If you find yourself served with a non-molestation order, you might be curious to know the legal processes that will follow.

Like with many areas of law, numerous legal terms are used, which can be confusing to anyone unfamiliar with them.

In this blog, we will try to demystify and explain the legal process involved in non-molestation orders and how our team can help you contest them.

Return Hearings And Undertakings

Applications for Non-Molestation Orders are made to the family court and will usually be heard by Magistrates or a District Judge.

They are designed to prohibit the respondent from molesting the applicant and any relevant child.

Once the court grants a Non-Molestation Order, whether following the making of an application on notice to the respondent or without notice (often referred to as an ex-parte application), the court will list the matter to be heard on a date in the future usually within 14 days.

This hearing is called the Return Hearing.

Non-Molestation Order Process: The Return Hearing

The parties to the proceedings, the applicant and the respondent, will be provided with a notice from the court advising when the court will hear the return hearing.

Often the court will set aside 30 minutes for the return hearing, and both parties will be allowed to address the court.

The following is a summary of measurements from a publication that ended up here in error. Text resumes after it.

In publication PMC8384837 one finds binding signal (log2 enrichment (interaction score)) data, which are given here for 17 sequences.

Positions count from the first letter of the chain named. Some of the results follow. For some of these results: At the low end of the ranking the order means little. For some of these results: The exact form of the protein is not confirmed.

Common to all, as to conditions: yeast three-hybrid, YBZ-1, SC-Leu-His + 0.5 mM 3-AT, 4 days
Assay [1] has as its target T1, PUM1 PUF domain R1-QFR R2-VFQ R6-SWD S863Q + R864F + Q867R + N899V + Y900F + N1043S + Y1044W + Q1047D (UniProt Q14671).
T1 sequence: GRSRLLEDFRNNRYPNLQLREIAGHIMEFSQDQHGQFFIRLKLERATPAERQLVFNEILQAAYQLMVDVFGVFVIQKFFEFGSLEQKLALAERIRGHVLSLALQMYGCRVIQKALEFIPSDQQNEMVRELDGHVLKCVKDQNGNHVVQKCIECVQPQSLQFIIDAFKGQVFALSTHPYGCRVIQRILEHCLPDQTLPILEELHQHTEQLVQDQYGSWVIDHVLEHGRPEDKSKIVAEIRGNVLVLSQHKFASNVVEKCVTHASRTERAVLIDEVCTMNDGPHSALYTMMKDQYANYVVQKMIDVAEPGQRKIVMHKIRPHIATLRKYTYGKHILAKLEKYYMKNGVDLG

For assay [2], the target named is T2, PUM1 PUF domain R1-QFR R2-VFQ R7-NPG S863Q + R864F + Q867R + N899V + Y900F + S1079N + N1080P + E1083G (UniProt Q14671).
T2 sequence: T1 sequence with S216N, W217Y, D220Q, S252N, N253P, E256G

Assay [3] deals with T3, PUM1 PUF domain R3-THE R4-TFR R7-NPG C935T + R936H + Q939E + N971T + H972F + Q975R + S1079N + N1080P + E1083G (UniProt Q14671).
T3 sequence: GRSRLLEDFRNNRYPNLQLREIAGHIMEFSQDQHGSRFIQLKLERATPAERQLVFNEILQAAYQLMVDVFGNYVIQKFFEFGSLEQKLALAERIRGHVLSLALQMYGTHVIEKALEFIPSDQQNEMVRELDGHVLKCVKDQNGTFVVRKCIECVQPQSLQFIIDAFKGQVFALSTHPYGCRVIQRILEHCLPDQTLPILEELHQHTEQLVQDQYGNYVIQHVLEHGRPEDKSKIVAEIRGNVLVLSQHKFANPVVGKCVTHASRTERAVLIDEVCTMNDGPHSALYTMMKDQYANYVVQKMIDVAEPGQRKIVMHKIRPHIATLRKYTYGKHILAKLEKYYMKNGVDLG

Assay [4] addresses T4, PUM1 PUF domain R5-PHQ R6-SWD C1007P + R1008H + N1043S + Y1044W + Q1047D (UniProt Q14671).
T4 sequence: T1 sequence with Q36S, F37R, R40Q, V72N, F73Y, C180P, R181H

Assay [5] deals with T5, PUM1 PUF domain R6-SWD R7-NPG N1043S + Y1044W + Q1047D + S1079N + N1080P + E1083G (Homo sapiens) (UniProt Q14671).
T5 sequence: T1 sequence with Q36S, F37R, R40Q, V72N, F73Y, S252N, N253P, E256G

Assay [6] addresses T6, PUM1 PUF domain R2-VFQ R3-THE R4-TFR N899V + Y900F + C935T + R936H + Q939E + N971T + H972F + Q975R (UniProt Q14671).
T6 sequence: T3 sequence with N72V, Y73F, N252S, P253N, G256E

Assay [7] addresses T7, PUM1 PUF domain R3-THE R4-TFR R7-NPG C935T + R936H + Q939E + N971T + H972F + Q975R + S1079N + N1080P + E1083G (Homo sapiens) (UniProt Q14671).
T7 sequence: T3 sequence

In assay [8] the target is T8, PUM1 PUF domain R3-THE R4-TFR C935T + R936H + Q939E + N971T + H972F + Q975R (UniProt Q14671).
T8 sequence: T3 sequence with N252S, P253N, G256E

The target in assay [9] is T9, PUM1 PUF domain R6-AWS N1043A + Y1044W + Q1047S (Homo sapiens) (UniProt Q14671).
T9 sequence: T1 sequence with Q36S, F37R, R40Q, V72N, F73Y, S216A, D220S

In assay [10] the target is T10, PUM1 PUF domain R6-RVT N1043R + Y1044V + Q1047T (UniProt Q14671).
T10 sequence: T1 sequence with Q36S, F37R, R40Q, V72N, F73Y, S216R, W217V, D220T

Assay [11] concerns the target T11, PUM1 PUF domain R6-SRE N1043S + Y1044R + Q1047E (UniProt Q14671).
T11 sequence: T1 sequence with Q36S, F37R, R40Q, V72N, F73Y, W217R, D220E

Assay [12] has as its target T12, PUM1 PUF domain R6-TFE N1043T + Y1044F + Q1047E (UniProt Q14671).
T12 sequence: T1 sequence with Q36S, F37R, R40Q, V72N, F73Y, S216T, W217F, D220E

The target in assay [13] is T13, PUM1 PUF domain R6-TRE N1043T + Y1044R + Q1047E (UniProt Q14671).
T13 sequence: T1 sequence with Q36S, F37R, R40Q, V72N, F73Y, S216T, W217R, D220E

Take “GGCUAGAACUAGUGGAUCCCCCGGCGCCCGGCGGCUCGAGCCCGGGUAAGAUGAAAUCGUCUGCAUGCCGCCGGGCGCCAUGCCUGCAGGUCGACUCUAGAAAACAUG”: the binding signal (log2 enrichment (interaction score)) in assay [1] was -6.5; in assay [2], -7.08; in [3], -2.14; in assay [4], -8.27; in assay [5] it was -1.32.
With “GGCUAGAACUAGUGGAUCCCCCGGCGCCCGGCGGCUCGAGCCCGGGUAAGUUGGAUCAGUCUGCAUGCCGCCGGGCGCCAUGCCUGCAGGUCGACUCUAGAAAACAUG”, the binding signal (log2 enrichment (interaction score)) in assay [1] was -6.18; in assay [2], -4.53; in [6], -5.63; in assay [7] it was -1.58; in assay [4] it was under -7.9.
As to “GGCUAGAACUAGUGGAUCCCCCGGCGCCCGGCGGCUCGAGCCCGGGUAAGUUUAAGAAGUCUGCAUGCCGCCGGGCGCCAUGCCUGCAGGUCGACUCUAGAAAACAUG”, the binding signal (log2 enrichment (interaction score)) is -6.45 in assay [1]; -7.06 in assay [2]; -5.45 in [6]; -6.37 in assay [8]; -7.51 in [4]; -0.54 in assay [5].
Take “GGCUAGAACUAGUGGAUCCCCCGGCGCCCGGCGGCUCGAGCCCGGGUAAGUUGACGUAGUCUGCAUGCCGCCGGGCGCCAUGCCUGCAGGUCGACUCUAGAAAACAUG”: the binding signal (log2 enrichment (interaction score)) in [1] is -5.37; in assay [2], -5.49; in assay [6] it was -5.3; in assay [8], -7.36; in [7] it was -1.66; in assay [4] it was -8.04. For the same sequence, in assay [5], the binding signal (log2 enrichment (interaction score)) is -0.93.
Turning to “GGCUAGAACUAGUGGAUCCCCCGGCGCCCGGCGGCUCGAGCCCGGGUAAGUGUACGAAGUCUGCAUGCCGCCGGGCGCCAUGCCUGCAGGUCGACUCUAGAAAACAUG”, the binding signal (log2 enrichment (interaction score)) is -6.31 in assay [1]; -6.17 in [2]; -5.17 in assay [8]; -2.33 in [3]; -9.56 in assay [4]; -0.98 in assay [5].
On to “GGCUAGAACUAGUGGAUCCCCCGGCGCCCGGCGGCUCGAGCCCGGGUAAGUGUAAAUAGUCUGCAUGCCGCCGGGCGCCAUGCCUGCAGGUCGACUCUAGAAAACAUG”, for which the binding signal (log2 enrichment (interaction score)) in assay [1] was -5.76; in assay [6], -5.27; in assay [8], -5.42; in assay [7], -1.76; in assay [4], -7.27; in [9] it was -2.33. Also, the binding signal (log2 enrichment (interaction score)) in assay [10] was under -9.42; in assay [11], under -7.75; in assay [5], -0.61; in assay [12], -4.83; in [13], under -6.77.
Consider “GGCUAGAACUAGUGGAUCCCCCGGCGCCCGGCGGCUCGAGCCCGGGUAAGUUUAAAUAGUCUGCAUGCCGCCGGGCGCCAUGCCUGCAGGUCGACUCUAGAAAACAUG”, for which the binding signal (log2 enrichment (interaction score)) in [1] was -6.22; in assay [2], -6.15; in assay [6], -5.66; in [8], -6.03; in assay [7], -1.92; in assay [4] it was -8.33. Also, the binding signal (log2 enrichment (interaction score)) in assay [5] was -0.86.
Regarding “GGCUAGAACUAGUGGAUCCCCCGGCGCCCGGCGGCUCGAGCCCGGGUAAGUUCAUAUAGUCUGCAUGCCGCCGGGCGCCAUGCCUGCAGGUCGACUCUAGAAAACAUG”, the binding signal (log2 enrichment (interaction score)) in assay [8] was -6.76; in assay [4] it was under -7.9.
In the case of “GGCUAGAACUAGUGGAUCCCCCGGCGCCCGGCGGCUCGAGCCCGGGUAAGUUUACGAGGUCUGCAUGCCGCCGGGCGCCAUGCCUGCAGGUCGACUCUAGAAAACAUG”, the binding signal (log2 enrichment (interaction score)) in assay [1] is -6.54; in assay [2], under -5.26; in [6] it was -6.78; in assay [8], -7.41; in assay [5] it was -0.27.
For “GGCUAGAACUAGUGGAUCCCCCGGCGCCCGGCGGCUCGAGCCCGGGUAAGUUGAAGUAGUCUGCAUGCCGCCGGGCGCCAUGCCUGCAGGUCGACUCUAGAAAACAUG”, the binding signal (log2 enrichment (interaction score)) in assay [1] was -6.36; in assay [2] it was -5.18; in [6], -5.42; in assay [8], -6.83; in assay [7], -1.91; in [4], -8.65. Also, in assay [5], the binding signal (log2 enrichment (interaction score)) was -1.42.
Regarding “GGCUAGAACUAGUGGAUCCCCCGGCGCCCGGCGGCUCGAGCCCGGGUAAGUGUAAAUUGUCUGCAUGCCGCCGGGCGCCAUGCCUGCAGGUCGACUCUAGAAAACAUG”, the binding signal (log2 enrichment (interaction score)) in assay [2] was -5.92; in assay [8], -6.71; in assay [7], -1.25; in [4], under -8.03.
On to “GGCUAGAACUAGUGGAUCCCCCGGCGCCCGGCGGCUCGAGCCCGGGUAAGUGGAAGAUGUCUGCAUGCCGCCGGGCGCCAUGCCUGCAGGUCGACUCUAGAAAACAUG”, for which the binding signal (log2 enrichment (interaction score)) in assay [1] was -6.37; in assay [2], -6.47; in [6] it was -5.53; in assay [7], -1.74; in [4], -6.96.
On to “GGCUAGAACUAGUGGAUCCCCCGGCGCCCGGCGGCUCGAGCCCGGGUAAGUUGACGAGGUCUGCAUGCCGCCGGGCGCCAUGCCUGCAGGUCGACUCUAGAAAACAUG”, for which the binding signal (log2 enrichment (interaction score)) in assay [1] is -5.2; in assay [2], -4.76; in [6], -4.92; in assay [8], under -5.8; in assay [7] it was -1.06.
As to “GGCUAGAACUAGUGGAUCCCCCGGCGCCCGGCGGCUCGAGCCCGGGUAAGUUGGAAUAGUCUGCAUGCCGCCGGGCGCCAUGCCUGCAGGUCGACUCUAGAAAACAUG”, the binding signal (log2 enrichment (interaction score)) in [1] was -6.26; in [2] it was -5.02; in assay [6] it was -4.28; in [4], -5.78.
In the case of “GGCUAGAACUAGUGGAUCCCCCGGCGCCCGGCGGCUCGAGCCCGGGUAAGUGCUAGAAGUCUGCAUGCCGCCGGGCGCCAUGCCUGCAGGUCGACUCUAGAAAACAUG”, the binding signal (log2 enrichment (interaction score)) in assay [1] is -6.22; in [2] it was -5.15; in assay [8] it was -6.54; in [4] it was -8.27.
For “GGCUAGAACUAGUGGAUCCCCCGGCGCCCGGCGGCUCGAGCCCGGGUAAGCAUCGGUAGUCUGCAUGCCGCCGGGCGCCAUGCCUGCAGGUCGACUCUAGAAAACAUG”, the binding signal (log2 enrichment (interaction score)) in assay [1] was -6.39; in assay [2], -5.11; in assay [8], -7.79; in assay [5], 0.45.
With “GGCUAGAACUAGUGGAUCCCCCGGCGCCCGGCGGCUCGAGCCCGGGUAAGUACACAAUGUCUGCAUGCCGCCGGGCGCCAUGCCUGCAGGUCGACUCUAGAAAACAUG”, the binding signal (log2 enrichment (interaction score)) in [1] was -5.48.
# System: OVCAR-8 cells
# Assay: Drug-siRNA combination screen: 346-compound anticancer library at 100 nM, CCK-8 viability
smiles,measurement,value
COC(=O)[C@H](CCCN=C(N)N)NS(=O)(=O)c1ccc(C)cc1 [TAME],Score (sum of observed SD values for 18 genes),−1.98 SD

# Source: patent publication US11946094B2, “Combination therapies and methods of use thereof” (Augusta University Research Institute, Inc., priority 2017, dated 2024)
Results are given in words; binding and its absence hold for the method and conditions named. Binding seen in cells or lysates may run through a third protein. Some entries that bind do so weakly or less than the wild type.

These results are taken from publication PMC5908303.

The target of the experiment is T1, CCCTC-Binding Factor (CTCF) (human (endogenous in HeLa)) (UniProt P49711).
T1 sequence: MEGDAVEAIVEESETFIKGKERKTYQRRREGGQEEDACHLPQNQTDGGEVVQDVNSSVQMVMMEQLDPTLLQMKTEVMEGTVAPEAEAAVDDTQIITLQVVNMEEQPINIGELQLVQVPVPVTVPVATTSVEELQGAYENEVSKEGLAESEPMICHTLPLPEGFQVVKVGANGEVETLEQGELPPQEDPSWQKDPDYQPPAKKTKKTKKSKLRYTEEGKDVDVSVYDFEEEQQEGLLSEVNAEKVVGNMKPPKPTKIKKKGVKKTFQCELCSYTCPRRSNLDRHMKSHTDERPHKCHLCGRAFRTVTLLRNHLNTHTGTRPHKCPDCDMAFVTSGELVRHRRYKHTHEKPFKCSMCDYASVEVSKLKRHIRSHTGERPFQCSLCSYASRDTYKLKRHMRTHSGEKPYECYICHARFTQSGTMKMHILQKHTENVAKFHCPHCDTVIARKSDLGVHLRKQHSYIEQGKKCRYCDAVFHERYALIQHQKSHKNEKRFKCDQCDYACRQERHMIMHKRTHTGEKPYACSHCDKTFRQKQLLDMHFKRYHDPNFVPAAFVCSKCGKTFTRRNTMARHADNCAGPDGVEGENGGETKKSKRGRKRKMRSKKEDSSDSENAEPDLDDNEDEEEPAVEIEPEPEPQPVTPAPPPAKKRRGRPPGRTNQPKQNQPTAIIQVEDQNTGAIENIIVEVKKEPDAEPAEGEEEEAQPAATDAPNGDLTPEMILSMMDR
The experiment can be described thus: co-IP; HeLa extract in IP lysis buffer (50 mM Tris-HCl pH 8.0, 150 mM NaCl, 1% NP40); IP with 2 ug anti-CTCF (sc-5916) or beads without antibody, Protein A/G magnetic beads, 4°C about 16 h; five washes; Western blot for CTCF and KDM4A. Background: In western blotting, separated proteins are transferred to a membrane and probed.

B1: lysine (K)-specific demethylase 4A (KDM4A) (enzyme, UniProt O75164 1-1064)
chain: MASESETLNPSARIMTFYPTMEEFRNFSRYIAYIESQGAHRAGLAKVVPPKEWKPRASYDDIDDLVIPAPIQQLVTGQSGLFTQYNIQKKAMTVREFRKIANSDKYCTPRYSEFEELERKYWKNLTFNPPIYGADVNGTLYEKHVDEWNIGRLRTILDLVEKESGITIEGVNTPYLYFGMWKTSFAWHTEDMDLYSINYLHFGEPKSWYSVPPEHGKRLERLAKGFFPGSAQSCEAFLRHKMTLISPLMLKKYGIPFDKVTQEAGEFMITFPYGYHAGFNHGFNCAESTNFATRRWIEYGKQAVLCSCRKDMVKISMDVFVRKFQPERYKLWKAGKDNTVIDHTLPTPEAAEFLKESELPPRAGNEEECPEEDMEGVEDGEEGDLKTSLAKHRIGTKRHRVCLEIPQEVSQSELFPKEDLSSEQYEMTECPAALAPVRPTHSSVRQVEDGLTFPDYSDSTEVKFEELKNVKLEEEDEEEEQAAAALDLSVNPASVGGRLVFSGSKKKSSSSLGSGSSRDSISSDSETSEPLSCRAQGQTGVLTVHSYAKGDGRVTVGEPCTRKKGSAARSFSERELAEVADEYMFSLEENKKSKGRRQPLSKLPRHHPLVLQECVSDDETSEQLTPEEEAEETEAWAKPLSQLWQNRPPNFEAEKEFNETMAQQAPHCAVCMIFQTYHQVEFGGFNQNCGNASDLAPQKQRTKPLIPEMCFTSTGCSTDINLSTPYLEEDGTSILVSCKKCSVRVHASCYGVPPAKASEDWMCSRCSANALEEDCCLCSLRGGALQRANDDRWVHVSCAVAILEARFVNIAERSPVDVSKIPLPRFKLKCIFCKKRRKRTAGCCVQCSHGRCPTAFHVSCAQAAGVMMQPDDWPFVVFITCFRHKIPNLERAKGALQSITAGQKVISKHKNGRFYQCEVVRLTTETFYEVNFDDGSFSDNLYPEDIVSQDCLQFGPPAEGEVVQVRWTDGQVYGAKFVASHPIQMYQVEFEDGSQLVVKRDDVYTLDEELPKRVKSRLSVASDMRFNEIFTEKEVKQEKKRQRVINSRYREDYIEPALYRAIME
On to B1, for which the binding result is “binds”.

In the intervening period, it is important to stress that any Non-Molestation Order already made by the court, to which the respondent is aware, must be obeyed by the respondent.

The Return Hearing allows the respondent to contest the Non-Molestation Order if they wish and invite the court to consider setting it aside or considering alternative disposals such as undertakings (more on these below).

Contesting A Non-Molestation Order

As a respondent, you can contest the making of a Non-Molestation Order, which is common, especially where the applicant has made false allegations within their application for the Non-Molestation Order.

However, careful, thorough, and expert preparation is required if a respondent is to be successful in persuading the court to set aside the order.

The court will require the parties to the proceedings to file statements. The applicant will have to file a witness statement in support of their application for a Non-Molestation Order, and the respondent, if they wish to contest the order, will need to file a witness statement in response.

The respondent's witness statement in response will need to provide a detailed background of the respondent's relationship with the applicant and address each allegation made by the applicant in their application methodically. This can be a difficult and often complicated task where several allegations are being made by the applicant, which the respondent seeks to challenge.

Usually, the parties' witness statements would be filed with the court and exchanged before the return hearing. This will help the parties and the court to understand the issues agreed upon and not agreed upon. The court will also allow the parties to make any further statements.

The court will need to consider whether the Non-Molestation Order should remain in force or set aside or whether undertakings may be considered by one or both parties to the proceedings.